OKLAHOMA CITY – Landowners both in opposition and support of a large wind energy project returned for a second day of testimony at the Oklahoma Corporation Commission.
The Commission is considering whether or not to grant a pre-approval request by the Public Service Company (‘PSO’) to recover $1.36 billion in costs related to the construction of the Wind Catcher Energy Connection. The $4.5 billion project includes a wind farm in the panhandle of Oklahoma which will be connected to a grid in Tulsa with a roughly 360-mile power line.
Darren Cloud lives in Bristow. He said the power line would across go across his property and be placed within 200 feet of his house, which is located on 43 acres of land.
“Obviously, that’s going to devalue my property. There will definitely be other issues with that line being that close my house, so I’ve asked them to move that line to the south where are there are no houses on some other property,” Cloud said. “As far as I know, they’re estimating 40 to 60 percent devaluation because nobody wants to live right beside a line like that – that has that kind of power and that kind of noise.”
Cloud was not the only person to speak in opposition on Tuesday. Greg Ganzkow, a director of land sales, said landowners across the state have described PSO as a “nightmare” to work with during the discussion of this project.
“You’re constantly going, is this coming through? Is it not? What do we disclose? How far does this power line have to be from a property where we disclose it to a potential buyer,” Ganzkow told the Commission. “I have found over 15 years of taking people to show property, you start getting near that power line and they want out. That has an impact right off the bat of over $250-300 million in real estate value. That’s a big number that I please ask the Corporation Commission to take into consideration.”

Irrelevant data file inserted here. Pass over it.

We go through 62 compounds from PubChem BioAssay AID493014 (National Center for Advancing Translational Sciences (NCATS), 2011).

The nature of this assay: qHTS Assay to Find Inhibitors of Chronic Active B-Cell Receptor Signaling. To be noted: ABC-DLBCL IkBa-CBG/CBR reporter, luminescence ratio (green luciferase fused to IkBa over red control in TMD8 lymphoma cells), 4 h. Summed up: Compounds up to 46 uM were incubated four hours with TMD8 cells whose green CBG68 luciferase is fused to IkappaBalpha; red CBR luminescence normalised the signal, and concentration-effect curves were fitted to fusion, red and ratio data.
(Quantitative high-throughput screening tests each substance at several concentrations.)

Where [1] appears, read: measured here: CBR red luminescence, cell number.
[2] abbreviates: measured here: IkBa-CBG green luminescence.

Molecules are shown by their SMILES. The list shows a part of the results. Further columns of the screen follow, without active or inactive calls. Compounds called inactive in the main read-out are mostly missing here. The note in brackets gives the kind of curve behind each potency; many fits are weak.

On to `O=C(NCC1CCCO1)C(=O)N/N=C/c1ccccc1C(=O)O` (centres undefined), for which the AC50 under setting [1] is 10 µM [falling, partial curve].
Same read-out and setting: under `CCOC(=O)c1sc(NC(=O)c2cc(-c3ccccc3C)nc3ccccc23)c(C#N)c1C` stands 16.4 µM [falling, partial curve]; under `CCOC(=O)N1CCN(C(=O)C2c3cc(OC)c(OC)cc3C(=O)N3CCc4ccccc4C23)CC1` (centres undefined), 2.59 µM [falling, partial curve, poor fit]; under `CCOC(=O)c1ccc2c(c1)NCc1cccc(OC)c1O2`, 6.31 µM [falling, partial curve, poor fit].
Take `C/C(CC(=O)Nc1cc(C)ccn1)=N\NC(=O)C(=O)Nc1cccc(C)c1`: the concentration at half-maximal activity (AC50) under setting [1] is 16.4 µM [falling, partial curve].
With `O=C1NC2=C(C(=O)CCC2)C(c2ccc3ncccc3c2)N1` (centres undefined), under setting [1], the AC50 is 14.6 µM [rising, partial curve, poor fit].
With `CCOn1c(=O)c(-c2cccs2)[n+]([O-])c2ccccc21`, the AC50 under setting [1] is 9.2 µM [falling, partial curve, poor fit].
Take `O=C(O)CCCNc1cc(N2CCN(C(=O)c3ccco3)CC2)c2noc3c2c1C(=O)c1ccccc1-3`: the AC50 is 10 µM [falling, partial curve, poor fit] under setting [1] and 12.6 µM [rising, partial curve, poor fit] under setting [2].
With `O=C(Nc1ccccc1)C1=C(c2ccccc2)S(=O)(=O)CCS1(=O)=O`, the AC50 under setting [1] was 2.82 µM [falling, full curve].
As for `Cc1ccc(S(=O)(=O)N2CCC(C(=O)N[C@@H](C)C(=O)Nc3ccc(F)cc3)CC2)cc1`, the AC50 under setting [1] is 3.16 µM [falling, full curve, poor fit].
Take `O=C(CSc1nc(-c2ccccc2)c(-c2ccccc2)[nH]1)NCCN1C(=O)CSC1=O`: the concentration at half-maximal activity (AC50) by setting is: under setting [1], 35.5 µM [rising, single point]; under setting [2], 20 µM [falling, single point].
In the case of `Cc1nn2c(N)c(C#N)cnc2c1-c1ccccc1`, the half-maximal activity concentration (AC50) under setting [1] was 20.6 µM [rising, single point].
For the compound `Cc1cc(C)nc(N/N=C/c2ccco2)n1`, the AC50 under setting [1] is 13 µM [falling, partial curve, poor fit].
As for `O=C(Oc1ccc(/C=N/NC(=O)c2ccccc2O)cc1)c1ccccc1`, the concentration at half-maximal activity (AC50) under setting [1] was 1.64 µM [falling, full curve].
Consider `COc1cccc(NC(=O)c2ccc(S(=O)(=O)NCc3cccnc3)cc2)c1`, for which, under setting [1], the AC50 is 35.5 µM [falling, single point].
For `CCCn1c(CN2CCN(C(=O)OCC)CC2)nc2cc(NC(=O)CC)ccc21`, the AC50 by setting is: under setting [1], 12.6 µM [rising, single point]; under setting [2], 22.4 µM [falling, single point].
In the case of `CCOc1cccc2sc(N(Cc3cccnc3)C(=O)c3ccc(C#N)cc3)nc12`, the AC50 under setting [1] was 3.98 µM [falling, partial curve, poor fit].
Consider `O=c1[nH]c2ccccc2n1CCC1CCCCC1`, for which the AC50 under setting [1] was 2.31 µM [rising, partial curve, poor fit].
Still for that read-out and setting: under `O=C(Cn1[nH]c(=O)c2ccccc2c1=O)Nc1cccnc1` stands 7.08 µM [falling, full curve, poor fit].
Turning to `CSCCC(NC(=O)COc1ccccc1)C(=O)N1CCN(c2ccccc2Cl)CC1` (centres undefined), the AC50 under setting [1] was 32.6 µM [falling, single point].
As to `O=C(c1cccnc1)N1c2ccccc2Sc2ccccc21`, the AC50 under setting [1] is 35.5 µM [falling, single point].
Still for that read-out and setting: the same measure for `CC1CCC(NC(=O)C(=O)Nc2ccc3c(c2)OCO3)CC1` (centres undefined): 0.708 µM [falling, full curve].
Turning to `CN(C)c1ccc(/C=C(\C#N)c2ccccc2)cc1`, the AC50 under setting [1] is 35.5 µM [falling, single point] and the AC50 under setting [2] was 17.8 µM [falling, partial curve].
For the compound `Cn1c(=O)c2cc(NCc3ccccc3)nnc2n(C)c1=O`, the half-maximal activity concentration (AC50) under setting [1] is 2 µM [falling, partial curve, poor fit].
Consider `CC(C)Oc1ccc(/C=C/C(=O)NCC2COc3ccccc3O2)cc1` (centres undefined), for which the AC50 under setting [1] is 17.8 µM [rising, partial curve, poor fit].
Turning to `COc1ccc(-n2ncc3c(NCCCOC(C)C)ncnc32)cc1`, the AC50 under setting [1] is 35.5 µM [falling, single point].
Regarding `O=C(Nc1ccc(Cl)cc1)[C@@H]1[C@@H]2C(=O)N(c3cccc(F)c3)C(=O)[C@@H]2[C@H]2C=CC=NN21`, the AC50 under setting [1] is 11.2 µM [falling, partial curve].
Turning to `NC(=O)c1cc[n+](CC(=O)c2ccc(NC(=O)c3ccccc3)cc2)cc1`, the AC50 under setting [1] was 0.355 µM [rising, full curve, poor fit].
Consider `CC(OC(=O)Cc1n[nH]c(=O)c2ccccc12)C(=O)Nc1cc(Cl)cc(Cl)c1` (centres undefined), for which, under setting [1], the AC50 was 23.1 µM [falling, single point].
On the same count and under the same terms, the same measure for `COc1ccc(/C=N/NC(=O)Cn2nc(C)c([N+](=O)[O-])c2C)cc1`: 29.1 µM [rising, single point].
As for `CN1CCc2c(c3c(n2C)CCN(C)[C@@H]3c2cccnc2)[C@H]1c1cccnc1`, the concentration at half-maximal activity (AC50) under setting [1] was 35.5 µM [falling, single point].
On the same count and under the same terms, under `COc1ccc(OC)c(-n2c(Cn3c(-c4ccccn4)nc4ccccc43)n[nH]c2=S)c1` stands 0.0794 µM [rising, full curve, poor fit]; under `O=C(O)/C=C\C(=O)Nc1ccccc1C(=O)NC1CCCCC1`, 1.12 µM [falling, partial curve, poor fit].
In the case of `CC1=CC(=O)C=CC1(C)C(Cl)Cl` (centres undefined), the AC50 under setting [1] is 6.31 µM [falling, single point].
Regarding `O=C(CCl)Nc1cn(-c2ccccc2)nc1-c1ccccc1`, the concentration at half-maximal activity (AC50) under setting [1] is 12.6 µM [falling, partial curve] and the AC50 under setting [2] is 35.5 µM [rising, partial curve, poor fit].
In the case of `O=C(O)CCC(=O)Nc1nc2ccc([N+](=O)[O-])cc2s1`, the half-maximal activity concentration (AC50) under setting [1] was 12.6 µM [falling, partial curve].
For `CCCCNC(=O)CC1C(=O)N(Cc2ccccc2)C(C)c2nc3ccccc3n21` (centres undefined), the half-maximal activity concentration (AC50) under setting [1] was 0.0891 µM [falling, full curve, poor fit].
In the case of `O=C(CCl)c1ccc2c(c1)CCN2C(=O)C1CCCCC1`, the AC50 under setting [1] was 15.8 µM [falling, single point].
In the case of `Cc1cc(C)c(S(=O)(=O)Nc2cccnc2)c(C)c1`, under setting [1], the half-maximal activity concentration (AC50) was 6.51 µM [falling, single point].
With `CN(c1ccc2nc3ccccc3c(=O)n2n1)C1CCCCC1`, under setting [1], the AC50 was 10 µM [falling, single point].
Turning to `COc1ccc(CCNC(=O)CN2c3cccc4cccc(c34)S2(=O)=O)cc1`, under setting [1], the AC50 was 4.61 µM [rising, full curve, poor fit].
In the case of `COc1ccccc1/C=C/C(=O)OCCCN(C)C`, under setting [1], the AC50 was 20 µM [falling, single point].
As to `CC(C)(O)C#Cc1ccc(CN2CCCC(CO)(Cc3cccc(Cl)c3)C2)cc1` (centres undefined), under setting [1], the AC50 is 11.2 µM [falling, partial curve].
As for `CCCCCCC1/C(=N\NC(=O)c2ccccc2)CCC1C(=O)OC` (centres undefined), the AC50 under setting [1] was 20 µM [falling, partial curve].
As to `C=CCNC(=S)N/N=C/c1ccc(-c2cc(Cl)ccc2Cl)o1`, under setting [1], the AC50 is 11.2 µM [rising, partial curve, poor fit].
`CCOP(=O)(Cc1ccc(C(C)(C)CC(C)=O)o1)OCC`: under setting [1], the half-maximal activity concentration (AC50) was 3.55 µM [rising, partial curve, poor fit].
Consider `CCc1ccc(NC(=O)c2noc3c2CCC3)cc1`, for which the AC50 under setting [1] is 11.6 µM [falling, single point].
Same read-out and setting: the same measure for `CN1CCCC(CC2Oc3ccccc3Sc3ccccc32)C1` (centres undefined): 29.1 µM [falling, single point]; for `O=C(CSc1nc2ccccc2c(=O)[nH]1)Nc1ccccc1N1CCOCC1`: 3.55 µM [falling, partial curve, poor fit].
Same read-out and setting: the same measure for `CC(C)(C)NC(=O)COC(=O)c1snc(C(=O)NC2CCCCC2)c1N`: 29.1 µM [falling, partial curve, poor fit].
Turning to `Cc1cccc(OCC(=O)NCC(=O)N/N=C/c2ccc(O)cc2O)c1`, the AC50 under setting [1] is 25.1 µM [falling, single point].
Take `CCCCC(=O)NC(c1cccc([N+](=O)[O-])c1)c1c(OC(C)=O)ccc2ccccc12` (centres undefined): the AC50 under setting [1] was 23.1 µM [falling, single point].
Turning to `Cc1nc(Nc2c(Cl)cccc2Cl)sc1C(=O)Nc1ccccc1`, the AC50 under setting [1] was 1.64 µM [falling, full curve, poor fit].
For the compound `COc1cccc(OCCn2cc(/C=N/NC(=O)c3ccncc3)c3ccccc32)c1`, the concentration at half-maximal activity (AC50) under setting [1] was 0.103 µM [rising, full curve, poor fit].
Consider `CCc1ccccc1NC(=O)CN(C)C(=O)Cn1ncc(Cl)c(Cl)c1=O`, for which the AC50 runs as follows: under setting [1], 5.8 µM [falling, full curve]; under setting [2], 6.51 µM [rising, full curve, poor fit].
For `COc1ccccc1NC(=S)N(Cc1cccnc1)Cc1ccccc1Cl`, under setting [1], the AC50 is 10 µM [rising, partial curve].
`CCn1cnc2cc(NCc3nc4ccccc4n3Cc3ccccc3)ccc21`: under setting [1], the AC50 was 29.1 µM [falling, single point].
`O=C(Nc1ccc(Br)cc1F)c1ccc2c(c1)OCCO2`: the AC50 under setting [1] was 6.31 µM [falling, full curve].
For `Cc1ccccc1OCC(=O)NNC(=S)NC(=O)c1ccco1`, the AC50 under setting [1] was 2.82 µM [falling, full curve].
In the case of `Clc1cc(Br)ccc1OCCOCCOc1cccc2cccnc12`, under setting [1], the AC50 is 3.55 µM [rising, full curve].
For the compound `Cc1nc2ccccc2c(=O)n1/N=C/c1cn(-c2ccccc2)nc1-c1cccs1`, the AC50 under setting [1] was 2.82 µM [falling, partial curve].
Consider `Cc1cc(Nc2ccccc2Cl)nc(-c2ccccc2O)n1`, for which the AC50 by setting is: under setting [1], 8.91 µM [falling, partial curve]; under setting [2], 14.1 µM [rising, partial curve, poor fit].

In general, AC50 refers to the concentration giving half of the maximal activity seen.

However, supporters also spoke up on Tuesday. Guymon Mayor Kim Peterson said he understands the concerns of landowners, but there are benefits to the project and a genuine need for sustainable energy that should not be ignored.
“We would love to see the panhandle of Oklahoma be the leading energy producing company of the state of Oklahoma. It gives our local citizens and landowners the royalty payments or payments for having either wind chargers or wind turbines on their land, or solar power,” Mayor Peterson said. “With our need nowadays for electricity, it’s not getting less. People are using more and more electricity, with all the labor saving and our cell phones and our iPads and everything else.”
Shane Haines, a landowner from Cimarron County, also spoke in support. As a local school board and banker, Haines said he knows people who would benefit from the project first-hand.
“What they need is consistent energy prices, not only now, and not even for the next five years, they need it for the next 25 years,” Haines said.
During the hearing, Commissioner Bob Anthony pointed out the company could still move on with the project with or without OCC’s approval of the recovery cost request. He asked Scott Norwood with the Oklahoma Industrial Energy Consumers why there was a need for the approval at all.
“You would want some assurance or some nod in advance from regulators that this concept makes sense and it is a relatively unique concept,” answered Norwood.
No decision was made on Tuesday. OCC chairman Dana Murphy said all of the testimonies and public comments would be taken into consideration.
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